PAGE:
The hydrophilic porous hollow fiber is formed of, for example, a polysulfone resin, cellulose acetate, nitrocellulose, nylon, polypropylene subjected to a hydrophilic treatment, and polyethylene subjected to a hydrophilic treatment. A large number of micro pores formed on the surface of the porous hollow fiber are sized smaller than bacteria. As a result, the bacteria are removed from the transfusing liquid by the filtering function performed by the porous hollow fiber. To be more specific, the surface of the porous hollow fiber should have a porosity of about 30 to 90%, preferably about 60 to 85%. Also, the pore diameter should be about 0.01 to 0.45 micron, preferably about 0.1 to 0.3 micron. If a plurality of porous hollow fibers 32 having a small diameter are bundled together, the surface areas of the fibers are increased, leading to a marked improvement in the filtering capacity of the transfusion filter. In general, the outer diameter of the porous hollow fiber 32 may be in the range of from 0.1 mm to 1.5 mm, and the wall thickness thereof may range from 10 μm to 200 μm.

A thick wall portion 27 is circumferentially formed in the upper end portion of the housing body 21 in a manner to surround the transfusing liquid inlet port 23. Hollow fibers 28 extend through and are supported by the thick wall portion 27. The hollow fibers 28, which are hydrophobic and porous, are positioned within the first chamber 25 of the housing body 21 and equidistantly arranged along the inner wall 29 of the housing body 21. These hollow fibers 28 are sealed at the distal ends, extend to reach a region near the sealing member 31, and are arranged over substantially the entire region of the inner wall 29 within the first chamber 25. It should be noted that the hydrophobic hollow fibers 28 may not necessarily be extended down to the sealing member 31 as shown in FIG. 1, but may be slightly extended as for as a sufficient degassing is assured. In short, there is no restriction as to the length of the hollow fibers 28. On the other hand, the proximal ends of these hollow fibers 28 communicate with the outside of the housing body 21. As described previously in conjunction with the hydrophilic hollow fibers 32, the hydrophobic hollow fiber 28 may be of U-shape such that both ends of the hollow fiber 28 are aligned and fixed to the thick wall portion 27. In this case, both ends of the hollow fiber 28 are open and communicate with the outside of the housing body 21. Further, a plurality of hydrophobic hollow fibers 28 may be bundled together like the hydrophilic hollow fibers 32.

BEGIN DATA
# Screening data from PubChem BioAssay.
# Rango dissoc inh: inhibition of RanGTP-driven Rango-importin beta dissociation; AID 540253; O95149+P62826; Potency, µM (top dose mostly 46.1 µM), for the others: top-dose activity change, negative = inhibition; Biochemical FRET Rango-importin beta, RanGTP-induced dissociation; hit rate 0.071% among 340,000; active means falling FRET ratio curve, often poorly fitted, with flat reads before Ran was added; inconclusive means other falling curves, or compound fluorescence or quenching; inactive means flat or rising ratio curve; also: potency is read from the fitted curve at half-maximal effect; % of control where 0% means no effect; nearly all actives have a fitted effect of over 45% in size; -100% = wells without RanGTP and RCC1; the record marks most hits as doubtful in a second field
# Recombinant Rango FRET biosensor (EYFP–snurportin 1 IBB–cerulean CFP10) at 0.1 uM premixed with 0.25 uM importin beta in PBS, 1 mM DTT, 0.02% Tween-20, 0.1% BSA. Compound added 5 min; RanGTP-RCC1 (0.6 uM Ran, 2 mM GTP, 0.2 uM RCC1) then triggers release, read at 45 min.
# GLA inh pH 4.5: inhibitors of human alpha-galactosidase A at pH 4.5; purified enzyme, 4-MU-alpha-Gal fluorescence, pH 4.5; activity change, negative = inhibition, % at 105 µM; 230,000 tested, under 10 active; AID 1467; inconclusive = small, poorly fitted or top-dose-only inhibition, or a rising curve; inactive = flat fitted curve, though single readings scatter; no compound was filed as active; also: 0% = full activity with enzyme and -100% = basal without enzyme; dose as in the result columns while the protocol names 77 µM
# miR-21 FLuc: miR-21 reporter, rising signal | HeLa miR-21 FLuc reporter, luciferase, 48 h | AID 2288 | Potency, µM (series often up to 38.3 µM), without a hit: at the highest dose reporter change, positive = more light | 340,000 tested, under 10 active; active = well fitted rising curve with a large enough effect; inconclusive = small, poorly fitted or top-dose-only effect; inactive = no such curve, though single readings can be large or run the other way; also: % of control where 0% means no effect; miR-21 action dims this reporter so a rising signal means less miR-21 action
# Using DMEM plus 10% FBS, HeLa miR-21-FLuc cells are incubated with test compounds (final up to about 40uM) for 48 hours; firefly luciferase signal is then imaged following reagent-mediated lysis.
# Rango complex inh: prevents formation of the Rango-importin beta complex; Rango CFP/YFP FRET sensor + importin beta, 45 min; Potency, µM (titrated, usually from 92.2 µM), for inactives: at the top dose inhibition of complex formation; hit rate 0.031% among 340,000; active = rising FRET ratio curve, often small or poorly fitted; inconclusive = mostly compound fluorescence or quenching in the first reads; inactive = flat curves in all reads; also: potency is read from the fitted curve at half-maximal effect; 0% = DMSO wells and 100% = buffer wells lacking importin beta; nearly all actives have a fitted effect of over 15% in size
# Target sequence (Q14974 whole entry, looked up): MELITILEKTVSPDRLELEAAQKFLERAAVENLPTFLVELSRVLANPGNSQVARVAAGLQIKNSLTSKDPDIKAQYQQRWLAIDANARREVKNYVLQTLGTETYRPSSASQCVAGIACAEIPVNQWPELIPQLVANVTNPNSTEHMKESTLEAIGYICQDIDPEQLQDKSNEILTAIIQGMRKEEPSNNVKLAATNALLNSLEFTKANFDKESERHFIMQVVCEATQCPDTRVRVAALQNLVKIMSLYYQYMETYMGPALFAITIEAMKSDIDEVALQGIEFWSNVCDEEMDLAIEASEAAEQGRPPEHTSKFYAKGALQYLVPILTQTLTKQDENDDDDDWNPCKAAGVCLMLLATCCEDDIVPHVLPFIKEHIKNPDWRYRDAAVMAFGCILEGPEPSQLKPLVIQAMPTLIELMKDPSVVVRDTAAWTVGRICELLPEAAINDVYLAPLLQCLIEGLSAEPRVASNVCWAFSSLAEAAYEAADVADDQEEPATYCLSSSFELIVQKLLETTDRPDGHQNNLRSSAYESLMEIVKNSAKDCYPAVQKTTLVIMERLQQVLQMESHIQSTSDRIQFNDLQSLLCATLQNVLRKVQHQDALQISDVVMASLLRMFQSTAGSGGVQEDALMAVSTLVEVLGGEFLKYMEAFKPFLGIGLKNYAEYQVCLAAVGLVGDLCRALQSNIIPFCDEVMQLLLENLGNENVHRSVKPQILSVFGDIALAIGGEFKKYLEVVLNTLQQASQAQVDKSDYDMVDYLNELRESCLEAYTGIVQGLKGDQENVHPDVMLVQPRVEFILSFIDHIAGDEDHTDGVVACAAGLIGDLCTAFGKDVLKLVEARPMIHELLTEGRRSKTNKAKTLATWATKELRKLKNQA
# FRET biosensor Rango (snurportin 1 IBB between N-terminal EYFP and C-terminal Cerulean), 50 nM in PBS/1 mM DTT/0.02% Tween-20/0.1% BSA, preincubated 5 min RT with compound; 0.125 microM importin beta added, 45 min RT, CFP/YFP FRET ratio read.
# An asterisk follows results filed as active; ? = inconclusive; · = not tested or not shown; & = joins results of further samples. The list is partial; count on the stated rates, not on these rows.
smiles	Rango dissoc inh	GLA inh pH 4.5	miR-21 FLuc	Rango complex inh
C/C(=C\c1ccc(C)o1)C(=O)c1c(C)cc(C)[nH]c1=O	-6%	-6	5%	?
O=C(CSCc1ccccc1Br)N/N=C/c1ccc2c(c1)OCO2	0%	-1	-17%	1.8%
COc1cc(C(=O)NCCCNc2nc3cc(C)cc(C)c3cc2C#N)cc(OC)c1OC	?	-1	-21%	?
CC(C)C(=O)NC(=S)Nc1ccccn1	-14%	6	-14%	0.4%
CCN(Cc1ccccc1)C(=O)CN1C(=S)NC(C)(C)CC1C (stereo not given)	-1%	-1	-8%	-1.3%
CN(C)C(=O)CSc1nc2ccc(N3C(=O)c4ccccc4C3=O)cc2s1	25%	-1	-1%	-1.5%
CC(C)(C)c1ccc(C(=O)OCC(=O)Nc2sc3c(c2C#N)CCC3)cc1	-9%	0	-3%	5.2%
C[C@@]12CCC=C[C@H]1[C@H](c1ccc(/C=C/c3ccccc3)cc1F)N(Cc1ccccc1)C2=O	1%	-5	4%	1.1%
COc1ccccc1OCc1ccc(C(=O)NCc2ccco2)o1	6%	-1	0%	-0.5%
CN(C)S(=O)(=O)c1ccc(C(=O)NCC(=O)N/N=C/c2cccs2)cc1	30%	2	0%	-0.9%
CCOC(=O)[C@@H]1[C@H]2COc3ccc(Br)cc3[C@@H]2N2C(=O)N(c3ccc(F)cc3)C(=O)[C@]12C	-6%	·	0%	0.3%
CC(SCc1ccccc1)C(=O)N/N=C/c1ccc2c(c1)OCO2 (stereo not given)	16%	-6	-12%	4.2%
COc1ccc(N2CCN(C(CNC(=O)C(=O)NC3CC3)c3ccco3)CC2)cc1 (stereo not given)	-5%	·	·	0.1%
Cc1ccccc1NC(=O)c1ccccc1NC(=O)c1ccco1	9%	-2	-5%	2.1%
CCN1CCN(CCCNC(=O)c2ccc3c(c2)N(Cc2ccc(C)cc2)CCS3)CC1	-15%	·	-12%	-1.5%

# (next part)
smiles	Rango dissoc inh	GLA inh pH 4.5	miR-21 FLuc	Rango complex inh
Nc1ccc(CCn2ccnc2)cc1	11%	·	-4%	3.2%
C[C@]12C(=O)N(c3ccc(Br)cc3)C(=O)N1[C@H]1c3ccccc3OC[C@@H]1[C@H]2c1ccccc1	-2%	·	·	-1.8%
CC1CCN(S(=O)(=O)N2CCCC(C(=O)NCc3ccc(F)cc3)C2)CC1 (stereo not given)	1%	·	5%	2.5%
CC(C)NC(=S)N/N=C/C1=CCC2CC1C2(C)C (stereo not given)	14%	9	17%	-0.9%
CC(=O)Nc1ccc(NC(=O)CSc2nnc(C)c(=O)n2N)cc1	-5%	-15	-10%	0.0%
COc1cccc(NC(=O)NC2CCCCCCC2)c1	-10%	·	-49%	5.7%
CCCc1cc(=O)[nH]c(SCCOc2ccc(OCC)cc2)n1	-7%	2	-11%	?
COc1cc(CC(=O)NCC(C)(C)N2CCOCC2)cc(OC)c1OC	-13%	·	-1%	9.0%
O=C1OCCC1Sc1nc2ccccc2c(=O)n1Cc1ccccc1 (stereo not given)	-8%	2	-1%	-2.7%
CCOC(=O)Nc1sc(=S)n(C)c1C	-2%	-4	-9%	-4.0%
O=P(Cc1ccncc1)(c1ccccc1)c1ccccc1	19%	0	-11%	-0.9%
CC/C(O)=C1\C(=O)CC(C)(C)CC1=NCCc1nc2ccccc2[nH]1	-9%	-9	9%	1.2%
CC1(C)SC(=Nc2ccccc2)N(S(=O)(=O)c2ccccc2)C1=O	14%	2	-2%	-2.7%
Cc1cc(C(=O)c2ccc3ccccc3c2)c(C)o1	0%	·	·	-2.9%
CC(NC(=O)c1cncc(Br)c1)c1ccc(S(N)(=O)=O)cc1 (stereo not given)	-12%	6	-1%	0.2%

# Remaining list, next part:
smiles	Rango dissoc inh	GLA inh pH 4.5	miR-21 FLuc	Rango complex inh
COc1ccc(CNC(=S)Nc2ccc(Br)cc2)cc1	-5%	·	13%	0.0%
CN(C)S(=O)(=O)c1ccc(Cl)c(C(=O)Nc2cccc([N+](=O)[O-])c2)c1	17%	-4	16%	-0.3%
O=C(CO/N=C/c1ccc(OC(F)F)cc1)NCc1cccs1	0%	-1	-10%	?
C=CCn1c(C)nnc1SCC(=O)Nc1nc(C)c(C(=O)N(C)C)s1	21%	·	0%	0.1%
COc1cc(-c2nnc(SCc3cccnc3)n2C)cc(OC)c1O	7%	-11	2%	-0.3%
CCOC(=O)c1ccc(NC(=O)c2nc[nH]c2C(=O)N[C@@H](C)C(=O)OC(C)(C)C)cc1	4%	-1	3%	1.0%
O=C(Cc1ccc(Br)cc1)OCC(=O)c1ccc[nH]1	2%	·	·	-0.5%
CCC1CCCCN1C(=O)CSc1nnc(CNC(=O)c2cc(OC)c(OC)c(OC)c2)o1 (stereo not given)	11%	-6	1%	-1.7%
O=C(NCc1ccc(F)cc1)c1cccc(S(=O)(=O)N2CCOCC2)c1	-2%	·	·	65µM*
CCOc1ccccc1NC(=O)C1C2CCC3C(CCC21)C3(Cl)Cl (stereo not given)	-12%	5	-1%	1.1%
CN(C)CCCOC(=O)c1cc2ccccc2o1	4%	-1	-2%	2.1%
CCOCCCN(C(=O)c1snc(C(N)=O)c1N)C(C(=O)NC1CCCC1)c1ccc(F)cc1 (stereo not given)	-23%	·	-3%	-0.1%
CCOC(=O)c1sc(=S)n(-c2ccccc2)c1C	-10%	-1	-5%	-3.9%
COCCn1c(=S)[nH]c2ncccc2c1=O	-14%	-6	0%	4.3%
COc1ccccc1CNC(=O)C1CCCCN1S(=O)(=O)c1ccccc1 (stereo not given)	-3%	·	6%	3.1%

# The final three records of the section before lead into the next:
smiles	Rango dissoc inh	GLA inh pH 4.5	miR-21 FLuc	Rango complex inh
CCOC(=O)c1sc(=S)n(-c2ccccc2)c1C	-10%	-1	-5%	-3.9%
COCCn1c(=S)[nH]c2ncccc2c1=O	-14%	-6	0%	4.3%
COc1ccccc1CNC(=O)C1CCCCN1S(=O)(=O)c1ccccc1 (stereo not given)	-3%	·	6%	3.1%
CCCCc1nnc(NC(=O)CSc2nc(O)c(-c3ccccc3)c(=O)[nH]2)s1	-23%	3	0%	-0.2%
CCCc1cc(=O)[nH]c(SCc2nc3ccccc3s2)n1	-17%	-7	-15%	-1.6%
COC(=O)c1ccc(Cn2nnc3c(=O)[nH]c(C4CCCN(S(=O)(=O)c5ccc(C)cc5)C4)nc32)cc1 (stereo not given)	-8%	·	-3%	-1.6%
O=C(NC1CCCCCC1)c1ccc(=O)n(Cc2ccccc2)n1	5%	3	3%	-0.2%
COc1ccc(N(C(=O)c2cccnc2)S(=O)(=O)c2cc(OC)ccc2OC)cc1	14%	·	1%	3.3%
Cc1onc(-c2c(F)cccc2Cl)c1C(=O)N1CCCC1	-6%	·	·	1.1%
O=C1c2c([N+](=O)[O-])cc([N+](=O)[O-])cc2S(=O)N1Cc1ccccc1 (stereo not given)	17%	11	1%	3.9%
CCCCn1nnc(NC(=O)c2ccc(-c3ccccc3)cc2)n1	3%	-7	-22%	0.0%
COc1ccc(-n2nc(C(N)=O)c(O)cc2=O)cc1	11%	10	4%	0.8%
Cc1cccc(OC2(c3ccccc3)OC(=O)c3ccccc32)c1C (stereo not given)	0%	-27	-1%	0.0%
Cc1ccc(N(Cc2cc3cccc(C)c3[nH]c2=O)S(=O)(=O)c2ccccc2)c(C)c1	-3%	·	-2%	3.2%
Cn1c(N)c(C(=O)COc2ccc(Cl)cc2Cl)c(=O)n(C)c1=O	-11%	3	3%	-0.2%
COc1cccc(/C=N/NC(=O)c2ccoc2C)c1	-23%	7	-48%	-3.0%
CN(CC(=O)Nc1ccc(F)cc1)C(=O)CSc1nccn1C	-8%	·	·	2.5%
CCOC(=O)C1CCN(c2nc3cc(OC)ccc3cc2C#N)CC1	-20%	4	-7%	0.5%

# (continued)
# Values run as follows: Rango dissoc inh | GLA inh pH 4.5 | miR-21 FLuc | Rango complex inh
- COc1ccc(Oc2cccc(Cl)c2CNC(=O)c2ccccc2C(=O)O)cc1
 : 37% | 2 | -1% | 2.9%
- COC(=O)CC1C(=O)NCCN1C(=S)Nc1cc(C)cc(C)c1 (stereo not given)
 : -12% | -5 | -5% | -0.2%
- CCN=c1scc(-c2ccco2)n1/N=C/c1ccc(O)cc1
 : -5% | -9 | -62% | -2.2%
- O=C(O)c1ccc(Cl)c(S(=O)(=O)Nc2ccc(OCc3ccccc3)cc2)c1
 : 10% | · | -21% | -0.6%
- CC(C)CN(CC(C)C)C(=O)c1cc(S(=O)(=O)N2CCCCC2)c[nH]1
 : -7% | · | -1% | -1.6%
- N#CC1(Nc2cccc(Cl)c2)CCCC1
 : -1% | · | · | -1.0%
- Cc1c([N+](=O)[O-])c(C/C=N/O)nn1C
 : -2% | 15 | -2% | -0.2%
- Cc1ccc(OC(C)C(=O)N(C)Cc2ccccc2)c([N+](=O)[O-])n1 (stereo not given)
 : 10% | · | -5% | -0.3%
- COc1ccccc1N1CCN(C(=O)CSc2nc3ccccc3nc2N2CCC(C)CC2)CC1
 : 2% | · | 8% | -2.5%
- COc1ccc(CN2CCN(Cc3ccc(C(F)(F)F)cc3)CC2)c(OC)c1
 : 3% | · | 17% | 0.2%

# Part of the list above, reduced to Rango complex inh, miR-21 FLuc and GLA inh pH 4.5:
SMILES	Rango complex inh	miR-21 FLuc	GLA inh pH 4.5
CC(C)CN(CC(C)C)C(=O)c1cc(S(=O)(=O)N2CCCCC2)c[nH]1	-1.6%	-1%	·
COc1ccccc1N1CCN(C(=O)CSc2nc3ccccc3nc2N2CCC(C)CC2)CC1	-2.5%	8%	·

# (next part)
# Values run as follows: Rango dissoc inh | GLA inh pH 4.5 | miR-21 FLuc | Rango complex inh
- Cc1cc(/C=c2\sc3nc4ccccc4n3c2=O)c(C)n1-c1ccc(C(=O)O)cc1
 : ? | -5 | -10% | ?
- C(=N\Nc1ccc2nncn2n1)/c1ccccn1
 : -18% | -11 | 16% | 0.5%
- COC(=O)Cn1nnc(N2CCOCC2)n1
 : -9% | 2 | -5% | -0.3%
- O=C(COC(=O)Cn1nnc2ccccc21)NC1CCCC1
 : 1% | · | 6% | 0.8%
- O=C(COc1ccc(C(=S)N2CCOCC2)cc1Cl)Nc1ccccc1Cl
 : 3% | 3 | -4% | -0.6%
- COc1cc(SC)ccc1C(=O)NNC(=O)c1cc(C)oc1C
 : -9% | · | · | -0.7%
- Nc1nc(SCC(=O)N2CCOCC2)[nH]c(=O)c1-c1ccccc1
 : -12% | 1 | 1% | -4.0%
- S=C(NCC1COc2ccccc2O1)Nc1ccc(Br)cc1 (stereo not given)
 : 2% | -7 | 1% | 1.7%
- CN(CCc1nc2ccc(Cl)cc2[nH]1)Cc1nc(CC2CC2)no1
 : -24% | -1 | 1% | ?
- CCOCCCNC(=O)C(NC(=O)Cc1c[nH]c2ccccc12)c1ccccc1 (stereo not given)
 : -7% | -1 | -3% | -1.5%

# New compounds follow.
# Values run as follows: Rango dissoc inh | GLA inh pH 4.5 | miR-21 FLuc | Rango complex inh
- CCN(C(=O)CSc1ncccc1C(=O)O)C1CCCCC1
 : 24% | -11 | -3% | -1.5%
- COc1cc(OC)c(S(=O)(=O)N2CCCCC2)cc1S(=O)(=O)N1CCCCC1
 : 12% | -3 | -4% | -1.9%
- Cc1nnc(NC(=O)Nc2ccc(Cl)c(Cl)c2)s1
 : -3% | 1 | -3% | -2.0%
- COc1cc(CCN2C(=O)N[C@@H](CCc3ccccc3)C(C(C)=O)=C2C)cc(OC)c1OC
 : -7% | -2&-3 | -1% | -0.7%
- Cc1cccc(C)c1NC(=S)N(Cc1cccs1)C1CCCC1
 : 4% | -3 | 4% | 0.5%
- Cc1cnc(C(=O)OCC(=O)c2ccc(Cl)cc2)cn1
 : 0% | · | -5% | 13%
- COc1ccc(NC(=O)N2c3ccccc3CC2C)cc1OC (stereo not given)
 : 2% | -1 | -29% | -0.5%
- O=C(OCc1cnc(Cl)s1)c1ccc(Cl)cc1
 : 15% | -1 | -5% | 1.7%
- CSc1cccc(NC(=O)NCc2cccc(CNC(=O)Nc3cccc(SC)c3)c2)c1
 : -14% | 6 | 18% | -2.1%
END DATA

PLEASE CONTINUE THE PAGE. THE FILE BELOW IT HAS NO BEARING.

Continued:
The hydrophobic porous hollow fiber 28 is formed of, for example, polypropylene, polyethylene, or polyvinylidene fluoride. Since the porous hollow fiber 28 is hydrophobic, the micro pores on the surface of the hollow fiber 28 permit passing gases alone within the housing body 21 so as to release the gases to the outside of the housing body 21. The surface of the hydrophobic porous hollow fiber 28 should have a porosity of about 30 to 90%, preferably about 60 to 85%. Also, the pore diameter should be about 0.01 to 0.45 micron, preferably about 0.01 to 0.2 micron. In general, the outer diameter of the porous hollow fiber 28 may be in the range of from 0.1 mm to 1.5 mm, and the wall thickness thereof may range from 10 μm to 200 μm.

For preparing the hydrophilic or hydrophobic hollow fiber described above, it is also possible to apply a hydrophilic treatment or a hydrophobic treatment to the surface of a porous hollow fiber. For the hydrophilic treatment, it is possible to use, for example, Pluronic, which is a registered trademark of Wyandotte Chemical Inc., or a neutral surface active agent. On the other hand, it is possible to use, for example, a silicone oil for the hydrophobic treatment.

The gas within the housing body 21 floats on the transfusing liquid regardless of the posture of the transfusion filtering device 1 so as to contact the inner wall 29 of the housing body 21. As shown in FIG. 2, the hydrophobic hollow fibers 28 are equidistantly arranged along the inner wall 29 of the housing body 21. Also, the hydrophobic hollow fibers 28 are arranged over the entire region of the inner wall 29 in a manner to extend from the thick wall portion 27 positioned near the transfusing liquid inlet port 23 to reach a region near the sealing member 31. It follows that the air bubbles staying within the housing body 21 are brought into contact with the hydrophobic hollow fibers 28 regardless of the posture of the transfusion filtering device 1. As a result, the air bubbles are released through the hydrophobic hollow fibers 28 to the outside of the housing body 21.